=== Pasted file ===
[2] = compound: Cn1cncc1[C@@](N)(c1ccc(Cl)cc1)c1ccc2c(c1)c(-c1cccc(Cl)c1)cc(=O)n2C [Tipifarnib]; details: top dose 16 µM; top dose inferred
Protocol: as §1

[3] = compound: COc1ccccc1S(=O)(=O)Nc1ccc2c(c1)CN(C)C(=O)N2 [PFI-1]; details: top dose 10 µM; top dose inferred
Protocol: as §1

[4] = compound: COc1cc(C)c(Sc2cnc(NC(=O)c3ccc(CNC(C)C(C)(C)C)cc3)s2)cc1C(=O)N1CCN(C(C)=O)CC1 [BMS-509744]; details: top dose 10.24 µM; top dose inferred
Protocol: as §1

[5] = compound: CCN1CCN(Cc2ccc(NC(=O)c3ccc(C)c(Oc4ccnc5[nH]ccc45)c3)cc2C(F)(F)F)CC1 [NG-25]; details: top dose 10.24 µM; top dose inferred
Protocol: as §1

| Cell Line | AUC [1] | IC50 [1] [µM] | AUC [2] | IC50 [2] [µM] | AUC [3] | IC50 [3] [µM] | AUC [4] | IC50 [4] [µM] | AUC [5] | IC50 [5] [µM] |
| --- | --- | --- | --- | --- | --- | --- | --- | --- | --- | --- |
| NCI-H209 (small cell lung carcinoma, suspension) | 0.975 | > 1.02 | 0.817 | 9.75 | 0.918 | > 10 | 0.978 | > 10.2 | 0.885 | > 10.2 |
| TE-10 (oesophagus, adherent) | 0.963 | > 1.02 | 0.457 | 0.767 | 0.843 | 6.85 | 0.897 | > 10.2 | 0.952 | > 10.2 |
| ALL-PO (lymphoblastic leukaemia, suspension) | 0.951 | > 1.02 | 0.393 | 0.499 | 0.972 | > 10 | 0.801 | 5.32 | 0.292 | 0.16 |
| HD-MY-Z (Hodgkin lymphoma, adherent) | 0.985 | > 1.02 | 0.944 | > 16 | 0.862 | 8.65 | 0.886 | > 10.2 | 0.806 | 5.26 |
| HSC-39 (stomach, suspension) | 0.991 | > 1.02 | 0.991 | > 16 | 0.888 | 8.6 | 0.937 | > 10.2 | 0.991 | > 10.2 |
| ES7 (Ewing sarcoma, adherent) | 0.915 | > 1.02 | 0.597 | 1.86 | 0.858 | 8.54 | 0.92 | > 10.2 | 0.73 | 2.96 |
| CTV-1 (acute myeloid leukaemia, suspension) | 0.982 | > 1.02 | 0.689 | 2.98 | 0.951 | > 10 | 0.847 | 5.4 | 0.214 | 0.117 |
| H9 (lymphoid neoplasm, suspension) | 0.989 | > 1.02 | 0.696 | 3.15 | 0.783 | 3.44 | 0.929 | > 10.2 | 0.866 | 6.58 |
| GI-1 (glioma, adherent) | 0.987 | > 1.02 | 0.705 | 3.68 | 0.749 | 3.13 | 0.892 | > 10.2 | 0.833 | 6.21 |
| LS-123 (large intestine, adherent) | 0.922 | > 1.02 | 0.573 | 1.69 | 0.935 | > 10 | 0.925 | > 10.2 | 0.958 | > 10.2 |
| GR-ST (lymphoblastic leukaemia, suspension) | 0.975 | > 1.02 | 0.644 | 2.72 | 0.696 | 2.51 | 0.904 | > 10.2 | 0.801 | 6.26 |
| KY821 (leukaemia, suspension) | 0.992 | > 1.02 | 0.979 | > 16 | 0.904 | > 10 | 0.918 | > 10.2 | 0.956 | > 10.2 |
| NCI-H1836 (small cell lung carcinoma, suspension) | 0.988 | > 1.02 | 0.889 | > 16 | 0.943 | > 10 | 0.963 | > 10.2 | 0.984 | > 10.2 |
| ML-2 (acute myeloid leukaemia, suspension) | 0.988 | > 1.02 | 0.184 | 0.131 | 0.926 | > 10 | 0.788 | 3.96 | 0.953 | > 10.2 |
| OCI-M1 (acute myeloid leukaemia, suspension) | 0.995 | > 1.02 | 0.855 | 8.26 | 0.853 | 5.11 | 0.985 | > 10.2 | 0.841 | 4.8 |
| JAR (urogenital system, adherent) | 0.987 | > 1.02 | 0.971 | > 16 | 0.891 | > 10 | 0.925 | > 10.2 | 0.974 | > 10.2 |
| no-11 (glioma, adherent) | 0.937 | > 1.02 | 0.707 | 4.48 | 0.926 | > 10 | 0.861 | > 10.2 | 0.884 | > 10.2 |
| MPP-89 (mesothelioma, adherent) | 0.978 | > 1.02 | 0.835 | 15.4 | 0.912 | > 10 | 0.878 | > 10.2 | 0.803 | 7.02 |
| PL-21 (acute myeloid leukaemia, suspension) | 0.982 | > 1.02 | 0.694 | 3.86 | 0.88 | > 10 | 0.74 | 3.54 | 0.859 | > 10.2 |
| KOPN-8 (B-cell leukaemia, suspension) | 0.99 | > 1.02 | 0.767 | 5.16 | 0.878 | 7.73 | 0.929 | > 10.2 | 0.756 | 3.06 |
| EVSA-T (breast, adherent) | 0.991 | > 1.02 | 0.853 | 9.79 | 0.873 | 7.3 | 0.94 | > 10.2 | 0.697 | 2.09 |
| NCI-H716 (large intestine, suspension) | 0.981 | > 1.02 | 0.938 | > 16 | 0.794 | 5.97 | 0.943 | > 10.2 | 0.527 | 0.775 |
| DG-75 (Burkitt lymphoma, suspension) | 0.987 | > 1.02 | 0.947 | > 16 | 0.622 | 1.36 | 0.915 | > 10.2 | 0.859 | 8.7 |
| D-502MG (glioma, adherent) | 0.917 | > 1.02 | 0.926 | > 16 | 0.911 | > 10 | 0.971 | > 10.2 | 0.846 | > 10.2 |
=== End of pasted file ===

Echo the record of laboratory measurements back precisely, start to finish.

[2] = compound: Cn1cncc1[C@@](N)(c1ccc(Cl)cc1)c1ccc2c(c1)c(-c1cccc(Cl)c1)cc(=O)n2C [Tipifarnib]; details: top dose 16 µM; top dose inferred
Protocol: as §1

[3] = compound: COc1ccccc1S(=O)(=O)Nc1ccc2c(c1)CN(C)C(=O)N2 [PFI-1]; details: top dose 10 µM; top dose inferred
Protocol: as §1

[4] = compound: COc1cc(C)c(Sc2cnc(NC(=O)c3ccc(CNC(C)C(C)(C)C)cc3)s2)cc1C(=O)N1CCN(C(C)=O)CC1 [BMS-509744]; details: top dose 10.24 µM; top dose inferred
Protocol: as §1

[5] = compound: CCN1CCN(Cc2ccc(NC(=O)c3ccc(C)c(Oc4ccnc5[nH]ccc45)c3)cc2C(F)(F)F)CC1 [NG-25]; details: top dose 10.24 µM; top dose inferred
Protocol: as §1

| Cell Line | AUC [1] | IC50 [1] [µM] | AUC [2] | IC50 [2] [µM] | AUC [3] | IC50 [3] [µM] | AUC [4] | IC50 [4] [µM] | AUC [5] | IC50 [5] [µM] |
| --- | --- | --- | --- | --- | --- | --- | --- | --- | --- | --- |
| NCI-H209 (small cell lung carcinoma, suspension) | 0.975 | > 1.02 | 0.817 | 9.75 | 0.918 | > 10 | 0.978 | > 10.2 | 0.885 | > 10.2 |
| TE-10 (oesophagus, adherent) | 0.963 | > 1.02 | 0.457 | 0.767 | 0.843 | 6.85 | 0.897 | > 10.2 | 0.952 | > 10.2 |
| ALL-PO (lymphoblastic leukaemia, suspension) | 0.951 | > 1.02 | 0.393 | 0.499 | 0.972 | > 10 | 0.801 | 5.32 | 0.292 | 0.16 |
| HD-MY-Z (Hodgkin lymphoma, adherent) | 0.985 | > 1.02 | 0.944 | > 16 | 0.862 | 8.65 | 0.886 | > 10.2 | 0.806 | 5.26 |
| HSC-39 (stomach, suspension) | 0.991 | > 1.02 | 0.991 | > 16 | 0.888 | 8.6 | 0.937 | > 10.2 | 0.991 | > 10.2 |
| ES7 (Ewing sarcoma, adherent) | 0.915 | > 1.02 | 0.597 | 1.86 | 0.858 | 8.54 | 0.92 | > 10.2 | 0.73 | 2.96 |
| CTV-1 (acute myeloid leukaemia, suspension) | 0.982 | > 1.02 | 0.689 | 2.98 | 0.951 | > 10 | 0.847 | 5.4 | 0.214 | 0.117 |
| H9 (lymphoid neoplasm, suspension) | 0.989 | > 1.02 | 0.696 | 3.15 | 0.783 | 3.44 | 0.929 | > 10.2 | 0.866 | 6.58 |
| GI-1 (glioma, adherent) | 0.987 | > 1.02 | 0.705 | 3.68 | 0.749 | 3.13 | 0.892 | > 10.2 | 0.833 | 6.21 |
| LS-123 (large intestine, adherent) | 0.922 | > 1.02 | 0.573 | 1.69 | 0.935 | > 10 | 0.925 | > 10.2 | 0.958 | > 10.2 |
| GR-ST (lymphoblastic leukaemia, suspension) | 0.975 | > 1.02 | 0.644 | 2.72 | 0.696 | 2.51 | 0.904 | > 10.2 | 0.801 | 6.26 |
| KY821 (leukaemia, suspension) | 0.992 | > 1.02 | 0.979 | > 16 | 0.904 | > 10 | 0.918 | > 10.2 | 0.956 | > 10.2 |
| NCI-H1836 (small cell lung carcinoma, suspension) | 0.988 | > 1.02 | 0.889 | > 16 | 0.943 | > 10 | 0.963 | > 10.2 | 0.984 | > 10.2 |
| ML-2 (acute myeloid leukaemia, suspension) | 0.988 | > 1.02 | 0.184 | 0.131 | 0.926 | > 10 | 0.788 | 3.96 | 0.953 | > 10.2 |
| OCI-M1 (acute myeloid leukaemia, suspension) | 0.995 | > 1.02 | 0.855 | 8.26 | 0.853 | 5.11 | 0.985 | > 10.2 | 0.841 | 4.8 |
| JAR (urogenital system, adherent) | 0.987 | > 1.02 | 0.971 | > 16 | 0.891 | > 10 | 0.925 | > 10.2 | 0.974 | > 10.2 |
| no-11 (glioma, adherent) | 0.937 | > 1.02 | 0.707 | 4.48 | 0.926 | > 10 | 0.861 | > 10.2 | 0.884 | > 10.2 |
| MPP-89 (mesothelioma, adherent) | 0.978 | > 1.02 | 0.835 | 15.4 | 0.912 | > 10 | 0.878 | > 10.2 | 0.803 | 7.02 |
| PL-21 (acute myeloid leukaemia, suspension) | 0.982 | > 1.02 | 0.694 | 3.86 | 0.88 | > 10 | 0.74 | 3.54 | 0.859 | > 10.2 |
| KOPN-8 (B-cell leukaemia, suspension) | 0.99 | > 1.02 | 0.767 | 5.16 | 0.878 | 7.73 | 0.929 | > 10.2 | 0.756 | 3.06 |
| EVSA-T (breast, adherent) | 0.991 | > 1.02 | 0.853 | 9.79 | 0.873 | 7.3 | 0.94 | > 10.2 | 0.697 | 2.09 |
| NCI-H716 (large intestine, suspension) | 0.981 | > 1.02 | 0.938 | > 16 | 0.794 | 5.97 | 0.943 | > 10.2 | 0.527 | 0.775 |
| DG-75 (Burkitt lymphoma, suspension) | 0.987 | > 1.02 | 0.947 | > 16 | 0.622 | 1.36 | 0.915 | > 10.2 | 0.859 | 8.7 |
| D-502MG (glioma, adherent) | 0.917 | > 1.02 | 0.926 | > 16 | 0.911 | > 10 | 0.971 | > 10.2 | 0.846 | > 10.2 |